- The UK Chancellor’s plan to have the Royal Mint to create an NFT has gone down as well as could be expected
- The British public were typically caustic in their opinion of Rishi Suank’s plan
- The environment, money laundering, and Sunak himself came up in the range of criticisms
It’s a fair bet that no one, from the Royal Mint’s marketing department to UK Chancellor Rishi Sunak himself, has any idea what an NFT actually is, and yet yesterday saw a cringe-inducing combination of the two – a Royal Mint NFT, coming this summer to a blockchain near you, to commemorate the UK’s push into the crypto sector. Or something like that. Whatever the reason for its diabolical conception, the idea has gone down as well as a fart in a crowded lift, with Sunak and NFTs universally panned by the British Twitter-going public and leaving everyone asking one question – why?
This decision shows the the forward-looking approach we are determined to take towards cryptoassets in the UK. pic.twitter.com/cd0tiailBK
— HM Treasury (@hmtreasury) April 4, 2022
British NFT Takes Hotter Than a Vindaloo
Sunak announced yesterday that the Royal Mint, which has been successfully minting British currency for over 1,000 years without his interference, would be creating its first NFT as part of a push to show just how serious the UK is about crypto adoption. However, the only success Sunak achieved with the announcement was the advent of the pro crypto and anti crypto communities coming together to savage the idea.
The first target was Sunak himself and the government he represents, whose suitability for the role of NFT Minter-in-Chief was immediately questioned:
Considering he doesn’t know how to work a cashcard, im pretty confident he also doesn’t know what an NFT is.
— Ian Foster (@fozzyami) April 4, 2022
You’ve managed here to efficiently combine into one tweet the three greatest threats to the standard of living for a generation – the energy crisis, the economic crisis and the perma-crisis which is this shambolic government of halfwits.
Well done. Really. Well done. 👏
— Stuart Frisby (@stuartfrisby) April 4, 2022
Next came the NFT itself, which it seems will not be high on the list for JPEG lovers:
Can’t see this complementing my NFT collection, think I’ll give it a miss
— Jay ⭕️ (@Jormisher) April 4, 2022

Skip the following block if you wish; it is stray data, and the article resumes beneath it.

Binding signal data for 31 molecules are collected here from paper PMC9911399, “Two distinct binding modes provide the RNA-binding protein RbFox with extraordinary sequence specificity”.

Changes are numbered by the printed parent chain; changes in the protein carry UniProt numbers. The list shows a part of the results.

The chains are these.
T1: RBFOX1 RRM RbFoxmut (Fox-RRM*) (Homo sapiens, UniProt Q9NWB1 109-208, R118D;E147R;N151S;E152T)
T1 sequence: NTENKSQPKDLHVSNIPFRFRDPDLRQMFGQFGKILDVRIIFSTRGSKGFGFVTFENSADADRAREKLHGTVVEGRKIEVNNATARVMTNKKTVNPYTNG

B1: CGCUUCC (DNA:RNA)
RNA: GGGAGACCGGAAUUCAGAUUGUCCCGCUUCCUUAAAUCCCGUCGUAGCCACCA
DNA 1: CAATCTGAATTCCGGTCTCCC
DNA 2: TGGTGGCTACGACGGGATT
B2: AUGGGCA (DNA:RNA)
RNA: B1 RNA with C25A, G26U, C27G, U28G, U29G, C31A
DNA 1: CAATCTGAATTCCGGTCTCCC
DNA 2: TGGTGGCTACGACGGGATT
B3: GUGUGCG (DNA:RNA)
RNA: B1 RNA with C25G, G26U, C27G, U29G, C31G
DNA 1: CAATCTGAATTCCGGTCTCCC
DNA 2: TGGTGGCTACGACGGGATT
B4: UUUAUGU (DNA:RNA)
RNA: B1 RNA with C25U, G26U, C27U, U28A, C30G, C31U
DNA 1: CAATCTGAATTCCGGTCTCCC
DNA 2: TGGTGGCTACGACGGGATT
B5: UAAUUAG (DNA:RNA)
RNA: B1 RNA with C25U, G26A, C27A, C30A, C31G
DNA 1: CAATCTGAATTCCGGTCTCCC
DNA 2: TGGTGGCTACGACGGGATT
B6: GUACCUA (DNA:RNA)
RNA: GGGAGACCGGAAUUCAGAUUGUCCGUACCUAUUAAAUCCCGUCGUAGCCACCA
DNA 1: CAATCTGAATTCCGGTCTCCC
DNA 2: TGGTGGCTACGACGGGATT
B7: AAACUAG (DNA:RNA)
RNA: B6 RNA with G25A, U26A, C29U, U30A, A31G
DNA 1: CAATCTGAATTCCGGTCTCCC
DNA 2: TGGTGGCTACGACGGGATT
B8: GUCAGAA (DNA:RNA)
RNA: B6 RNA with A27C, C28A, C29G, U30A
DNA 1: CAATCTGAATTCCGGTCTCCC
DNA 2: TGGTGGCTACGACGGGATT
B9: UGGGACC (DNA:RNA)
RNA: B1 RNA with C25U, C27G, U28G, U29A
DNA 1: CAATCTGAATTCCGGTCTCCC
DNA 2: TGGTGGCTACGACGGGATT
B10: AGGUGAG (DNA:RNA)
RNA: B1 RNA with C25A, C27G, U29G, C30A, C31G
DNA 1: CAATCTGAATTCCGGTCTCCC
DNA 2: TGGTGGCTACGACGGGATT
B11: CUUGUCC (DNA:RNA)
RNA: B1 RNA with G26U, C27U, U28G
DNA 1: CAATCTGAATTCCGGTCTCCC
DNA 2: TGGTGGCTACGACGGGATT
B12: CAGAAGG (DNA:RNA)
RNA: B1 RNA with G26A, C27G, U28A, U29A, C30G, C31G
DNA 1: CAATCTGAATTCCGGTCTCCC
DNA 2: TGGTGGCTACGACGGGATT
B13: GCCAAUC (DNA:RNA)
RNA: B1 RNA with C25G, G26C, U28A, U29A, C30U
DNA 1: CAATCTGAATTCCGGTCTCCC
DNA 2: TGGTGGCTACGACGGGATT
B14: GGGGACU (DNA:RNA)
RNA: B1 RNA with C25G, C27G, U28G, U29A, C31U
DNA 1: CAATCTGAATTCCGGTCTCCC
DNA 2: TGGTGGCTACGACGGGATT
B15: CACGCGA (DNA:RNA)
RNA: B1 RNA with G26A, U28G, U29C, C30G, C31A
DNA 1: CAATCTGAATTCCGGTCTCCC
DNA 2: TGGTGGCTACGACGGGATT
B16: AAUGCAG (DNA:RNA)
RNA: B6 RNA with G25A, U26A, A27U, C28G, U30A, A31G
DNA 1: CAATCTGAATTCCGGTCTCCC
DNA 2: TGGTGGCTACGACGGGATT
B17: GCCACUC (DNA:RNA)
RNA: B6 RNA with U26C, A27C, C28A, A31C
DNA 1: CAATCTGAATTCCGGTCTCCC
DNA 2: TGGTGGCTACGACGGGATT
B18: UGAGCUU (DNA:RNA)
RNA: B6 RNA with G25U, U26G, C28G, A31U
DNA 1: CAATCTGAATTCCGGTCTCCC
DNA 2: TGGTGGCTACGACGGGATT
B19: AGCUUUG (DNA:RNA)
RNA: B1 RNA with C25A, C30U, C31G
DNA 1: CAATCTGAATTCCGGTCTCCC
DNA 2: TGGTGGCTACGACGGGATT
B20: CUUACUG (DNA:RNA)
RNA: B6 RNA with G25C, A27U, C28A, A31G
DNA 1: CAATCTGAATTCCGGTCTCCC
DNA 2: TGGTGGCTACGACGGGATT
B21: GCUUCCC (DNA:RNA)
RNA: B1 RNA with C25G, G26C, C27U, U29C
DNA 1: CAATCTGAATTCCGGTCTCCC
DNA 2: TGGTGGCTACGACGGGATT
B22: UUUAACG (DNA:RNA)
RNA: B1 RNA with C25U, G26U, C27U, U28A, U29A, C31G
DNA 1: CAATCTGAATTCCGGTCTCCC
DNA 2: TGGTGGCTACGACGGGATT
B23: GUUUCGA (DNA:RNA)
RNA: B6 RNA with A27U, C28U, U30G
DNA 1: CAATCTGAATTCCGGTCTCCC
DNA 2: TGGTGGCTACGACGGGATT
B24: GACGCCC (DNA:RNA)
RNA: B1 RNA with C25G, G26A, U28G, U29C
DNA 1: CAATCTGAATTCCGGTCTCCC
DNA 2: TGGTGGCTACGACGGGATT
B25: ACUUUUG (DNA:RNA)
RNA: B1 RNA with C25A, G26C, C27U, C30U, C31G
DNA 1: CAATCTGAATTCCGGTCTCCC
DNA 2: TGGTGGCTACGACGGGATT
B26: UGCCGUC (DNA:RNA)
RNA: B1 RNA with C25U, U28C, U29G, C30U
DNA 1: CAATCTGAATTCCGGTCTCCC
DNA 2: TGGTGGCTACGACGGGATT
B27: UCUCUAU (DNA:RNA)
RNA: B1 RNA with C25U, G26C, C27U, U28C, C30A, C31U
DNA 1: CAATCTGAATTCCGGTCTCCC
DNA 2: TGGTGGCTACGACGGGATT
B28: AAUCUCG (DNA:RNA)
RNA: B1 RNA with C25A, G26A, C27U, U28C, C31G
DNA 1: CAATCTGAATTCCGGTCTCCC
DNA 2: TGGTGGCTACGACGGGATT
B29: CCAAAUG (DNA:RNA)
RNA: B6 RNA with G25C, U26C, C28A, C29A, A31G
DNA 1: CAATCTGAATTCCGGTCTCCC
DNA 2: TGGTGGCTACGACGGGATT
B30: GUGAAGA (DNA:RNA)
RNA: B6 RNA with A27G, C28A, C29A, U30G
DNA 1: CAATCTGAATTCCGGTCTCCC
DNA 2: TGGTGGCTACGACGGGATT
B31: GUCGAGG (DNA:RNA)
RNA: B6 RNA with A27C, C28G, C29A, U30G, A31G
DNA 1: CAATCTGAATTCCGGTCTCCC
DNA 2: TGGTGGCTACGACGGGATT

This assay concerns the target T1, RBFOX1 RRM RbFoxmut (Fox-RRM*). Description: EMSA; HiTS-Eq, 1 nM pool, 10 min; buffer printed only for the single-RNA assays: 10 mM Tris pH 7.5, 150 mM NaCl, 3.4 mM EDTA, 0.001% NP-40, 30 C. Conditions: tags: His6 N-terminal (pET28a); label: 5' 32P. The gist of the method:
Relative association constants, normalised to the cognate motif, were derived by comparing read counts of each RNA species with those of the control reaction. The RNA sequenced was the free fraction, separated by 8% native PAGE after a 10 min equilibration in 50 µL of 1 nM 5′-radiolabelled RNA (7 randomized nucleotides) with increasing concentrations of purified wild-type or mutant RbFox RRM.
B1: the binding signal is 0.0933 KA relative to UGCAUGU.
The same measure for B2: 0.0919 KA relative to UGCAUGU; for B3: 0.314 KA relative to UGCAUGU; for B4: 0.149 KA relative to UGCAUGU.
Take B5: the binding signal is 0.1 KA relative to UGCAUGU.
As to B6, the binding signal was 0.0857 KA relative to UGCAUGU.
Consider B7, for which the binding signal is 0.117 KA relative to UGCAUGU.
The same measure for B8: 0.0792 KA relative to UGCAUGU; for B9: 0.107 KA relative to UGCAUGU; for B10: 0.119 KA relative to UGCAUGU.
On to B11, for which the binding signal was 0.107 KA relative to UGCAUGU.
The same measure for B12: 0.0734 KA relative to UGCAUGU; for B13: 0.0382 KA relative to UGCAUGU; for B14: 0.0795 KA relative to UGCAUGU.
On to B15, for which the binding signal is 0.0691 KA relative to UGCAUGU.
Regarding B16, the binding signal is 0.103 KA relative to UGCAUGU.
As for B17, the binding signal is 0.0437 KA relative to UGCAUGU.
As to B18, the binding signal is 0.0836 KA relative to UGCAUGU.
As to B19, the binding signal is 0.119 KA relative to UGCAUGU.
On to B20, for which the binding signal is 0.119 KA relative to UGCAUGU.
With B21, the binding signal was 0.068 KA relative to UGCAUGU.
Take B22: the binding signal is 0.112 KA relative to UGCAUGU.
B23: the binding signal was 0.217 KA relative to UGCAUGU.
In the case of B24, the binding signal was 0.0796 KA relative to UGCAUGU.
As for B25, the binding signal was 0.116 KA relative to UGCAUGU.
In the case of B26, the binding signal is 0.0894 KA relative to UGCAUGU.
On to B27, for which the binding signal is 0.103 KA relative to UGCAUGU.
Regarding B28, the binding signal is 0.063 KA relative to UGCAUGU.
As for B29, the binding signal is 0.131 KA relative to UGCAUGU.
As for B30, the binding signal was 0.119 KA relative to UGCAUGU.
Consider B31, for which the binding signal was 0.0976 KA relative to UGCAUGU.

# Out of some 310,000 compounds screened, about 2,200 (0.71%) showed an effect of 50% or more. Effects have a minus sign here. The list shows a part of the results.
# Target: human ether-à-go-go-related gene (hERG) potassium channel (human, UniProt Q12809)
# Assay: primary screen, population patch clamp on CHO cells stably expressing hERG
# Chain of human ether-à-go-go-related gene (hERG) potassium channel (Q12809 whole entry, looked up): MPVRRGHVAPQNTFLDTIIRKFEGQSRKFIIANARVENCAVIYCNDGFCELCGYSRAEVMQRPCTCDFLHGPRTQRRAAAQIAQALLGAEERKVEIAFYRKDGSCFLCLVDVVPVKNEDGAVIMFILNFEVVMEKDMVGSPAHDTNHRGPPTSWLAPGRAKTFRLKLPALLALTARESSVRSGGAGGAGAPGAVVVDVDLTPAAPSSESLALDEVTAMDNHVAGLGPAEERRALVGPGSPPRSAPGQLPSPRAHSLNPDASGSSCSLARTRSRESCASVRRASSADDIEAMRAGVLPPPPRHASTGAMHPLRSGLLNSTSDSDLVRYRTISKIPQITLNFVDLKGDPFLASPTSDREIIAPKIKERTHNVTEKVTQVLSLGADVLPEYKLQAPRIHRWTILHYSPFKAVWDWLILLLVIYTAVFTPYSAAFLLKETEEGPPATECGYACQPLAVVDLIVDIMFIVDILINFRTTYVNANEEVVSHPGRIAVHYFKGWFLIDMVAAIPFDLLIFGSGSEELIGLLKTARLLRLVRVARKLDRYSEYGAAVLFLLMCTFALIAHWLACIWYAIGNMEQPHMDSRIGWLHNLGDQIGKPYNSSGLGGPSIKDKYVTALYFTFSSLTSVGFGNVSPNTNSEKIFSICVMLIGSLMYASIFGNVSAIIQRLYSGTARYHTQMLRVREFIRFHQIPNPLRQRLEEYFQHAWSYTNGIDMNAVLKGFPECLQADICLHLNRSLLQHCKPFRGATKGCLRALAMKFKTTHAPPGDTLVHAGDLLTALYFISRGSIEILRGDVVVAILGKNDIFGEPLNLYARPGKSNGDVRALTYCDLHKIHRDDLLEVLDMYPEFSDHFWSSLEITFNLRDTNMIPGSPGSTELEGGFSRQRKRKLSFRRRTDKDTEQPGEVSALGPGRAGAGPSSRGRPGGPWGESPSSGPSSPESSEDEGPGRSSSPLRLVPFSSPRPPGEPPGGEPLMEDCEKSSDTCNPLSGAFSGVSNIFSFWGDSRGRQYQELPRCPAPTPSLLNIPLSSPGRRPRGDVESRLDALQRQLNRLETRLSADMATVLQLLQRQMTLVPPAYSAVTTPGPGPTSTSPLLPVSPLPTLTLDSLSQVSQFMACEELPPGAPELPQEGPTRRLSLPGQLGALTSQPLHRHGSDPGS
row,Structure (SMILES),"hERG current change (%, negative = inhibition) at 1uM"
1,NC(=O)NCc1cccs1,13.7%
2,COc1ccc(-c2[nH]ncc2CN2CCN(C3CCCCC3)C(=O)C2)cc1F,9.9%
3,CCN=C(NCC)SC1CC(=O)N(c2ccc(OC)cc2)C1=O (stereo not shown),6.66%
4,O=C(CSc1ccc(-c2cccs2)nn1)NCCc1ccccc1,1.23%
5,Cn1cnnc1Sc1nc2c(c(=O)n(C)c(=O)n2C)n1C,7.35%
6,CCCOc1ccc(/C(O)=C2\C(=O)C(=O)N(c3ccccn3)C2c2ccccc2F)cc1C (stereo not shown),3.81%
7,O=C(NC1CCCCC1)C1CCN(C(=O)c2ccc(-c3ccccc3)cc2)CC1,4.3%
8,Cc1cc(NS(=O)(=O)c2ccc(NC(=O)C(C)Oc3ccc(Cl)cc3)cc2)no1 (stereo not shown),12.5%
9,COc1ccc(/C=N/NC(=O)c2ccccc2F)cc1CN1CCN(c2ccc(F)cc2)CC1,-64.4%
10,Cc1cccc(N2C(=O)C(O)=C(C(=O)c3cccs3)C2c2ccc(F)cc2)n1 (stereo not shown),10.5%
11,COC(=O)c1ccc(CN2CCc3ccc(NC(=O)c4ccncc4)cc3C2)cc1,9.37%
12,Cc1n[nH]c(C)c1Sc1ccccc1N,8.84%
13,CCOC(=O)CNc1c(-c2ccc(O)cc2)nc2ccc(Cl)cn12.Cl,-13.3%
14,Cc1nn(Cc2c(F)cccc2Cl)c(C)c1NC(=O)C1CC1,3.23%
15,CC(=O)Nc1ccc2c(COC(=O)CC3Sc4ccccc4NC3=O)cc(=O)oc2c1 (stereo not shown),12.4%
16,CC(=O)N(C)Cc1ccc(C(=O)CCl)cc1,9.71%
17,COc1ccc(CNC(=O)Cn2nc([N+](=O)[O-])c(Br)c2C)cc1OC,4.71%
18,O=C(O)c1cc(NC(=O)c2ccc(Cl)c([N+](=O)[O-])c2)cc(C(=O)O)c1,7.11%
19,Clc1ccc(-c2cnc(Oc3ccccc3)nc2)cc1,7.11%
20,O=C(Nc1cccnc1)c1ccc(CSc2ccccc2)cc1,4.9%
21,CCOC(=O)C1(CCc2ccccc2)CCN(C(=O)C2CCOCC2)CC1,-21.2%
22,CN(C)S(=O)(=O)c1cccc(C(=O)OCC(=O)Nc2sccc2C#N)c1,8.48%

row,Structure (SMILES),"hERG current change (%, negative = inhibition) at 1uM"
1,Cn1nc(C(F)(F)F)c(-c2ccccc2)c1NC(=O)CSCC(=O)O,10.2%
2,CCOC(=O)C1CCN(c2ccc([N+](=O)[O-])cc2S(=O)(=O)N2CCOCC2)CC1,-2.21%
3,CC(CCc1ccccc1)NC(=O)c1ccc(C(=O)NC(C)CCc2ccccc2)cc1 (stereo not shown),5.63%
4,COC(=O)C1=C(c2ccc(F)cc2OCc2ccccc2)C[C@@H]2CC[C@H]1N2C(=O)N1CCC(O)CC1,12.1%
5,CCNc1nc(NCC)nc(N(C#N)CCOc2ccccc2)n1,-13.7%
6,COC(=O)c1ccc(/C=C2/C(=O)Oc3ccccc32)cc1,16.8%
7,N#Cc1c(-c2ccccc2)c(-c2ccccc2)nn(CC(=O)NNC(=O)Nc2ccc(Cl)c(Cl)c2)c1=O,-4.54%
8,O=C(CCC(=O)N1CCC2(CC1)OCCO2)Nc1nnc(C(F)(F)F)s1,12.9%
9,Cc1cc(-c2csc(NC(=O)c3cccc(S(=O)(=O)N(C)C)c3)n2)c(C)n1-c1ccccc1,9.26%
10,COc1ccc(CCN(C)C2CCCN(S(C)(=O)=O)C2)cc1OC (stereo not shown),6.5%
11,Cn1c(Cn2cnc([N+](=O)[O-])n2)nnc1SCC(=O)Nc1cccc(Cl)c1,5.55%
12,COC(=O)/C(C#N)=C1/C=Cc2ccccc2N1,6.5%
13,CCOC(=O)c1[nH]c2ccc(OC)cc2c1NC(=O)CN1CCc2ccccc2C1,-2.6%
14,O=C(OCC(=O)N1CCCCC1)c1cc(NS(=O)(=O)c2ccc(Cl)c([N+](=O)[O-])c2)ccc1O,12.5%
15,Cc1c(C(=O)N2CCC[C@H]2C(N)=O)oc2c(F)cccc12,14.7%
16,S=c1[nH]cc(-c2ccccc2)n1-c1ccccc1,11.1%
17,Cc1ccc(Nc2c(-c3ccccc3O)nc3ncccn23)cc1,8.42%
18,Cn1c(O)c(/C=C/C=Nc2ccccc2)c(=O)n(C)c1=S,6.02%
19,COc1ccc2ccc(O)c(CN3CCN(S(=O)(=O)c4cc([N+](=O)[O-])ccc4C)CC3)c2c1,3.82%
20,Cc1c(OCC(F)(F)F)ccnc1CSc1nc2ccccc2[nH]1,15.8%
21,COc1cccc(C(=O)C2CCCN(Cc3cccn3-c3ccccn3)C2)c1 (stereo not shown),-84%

Who the hell do you think is going to buy an ‘Royal Mint NFT’?
The people who buy commemorative coins aren’t the same people who have crypto wallets, and the people who actually do have crypto wallets stopped buying NFTs in February.
— Euan Yours (@EuanYours) April 4, 2022
There were, naturally, the anticipated hot takes about the environmental cost, even though the blockchain on which the NFTs will be minted has not yet been revealed. To be fair though, some were pretty funny:
Very proud to announce that I was commissioned to come up with the first ever Rishi Sunak/Royal Mint environmental disaster digital wallet tracking scam, I mean NFT. Bidding in untraceable Rishidollars commences at 42Billion pic.twitter.com/e1buprr0k7
— HappyToast ★ (@IamHappyToast) April 4, 2022
Wasting a giant amount of energy to make something that’s basically just a glorified share.
And at a time when the rest of us can barely afford to heat our homes.
— Komrade Kameron (@KomradeKlassics) April 4, 2022
We also had the relatively new argument, which has been completely discredited, that Russian oligarchs are using crypto to launder their wealth, with some even claiming that the blockchain is no longer traceable:
oh yes, one NFT will make us a “global cryptoasset hub”..
well, I’m guessing it will make donations harder to track 💰💰💰💰💰💰
— kate m k (@katemk10) April 4, 2022
Ah, fair enough.
— Aiden Stanley (@FromAiden) April 4, 2022
The Royal Mint itself seems to have escaped the mauling, which is fair because it is the unwitting victim in this whole sorry mess…and this is even before we’ve seen the NFT itself.
The mind boggles.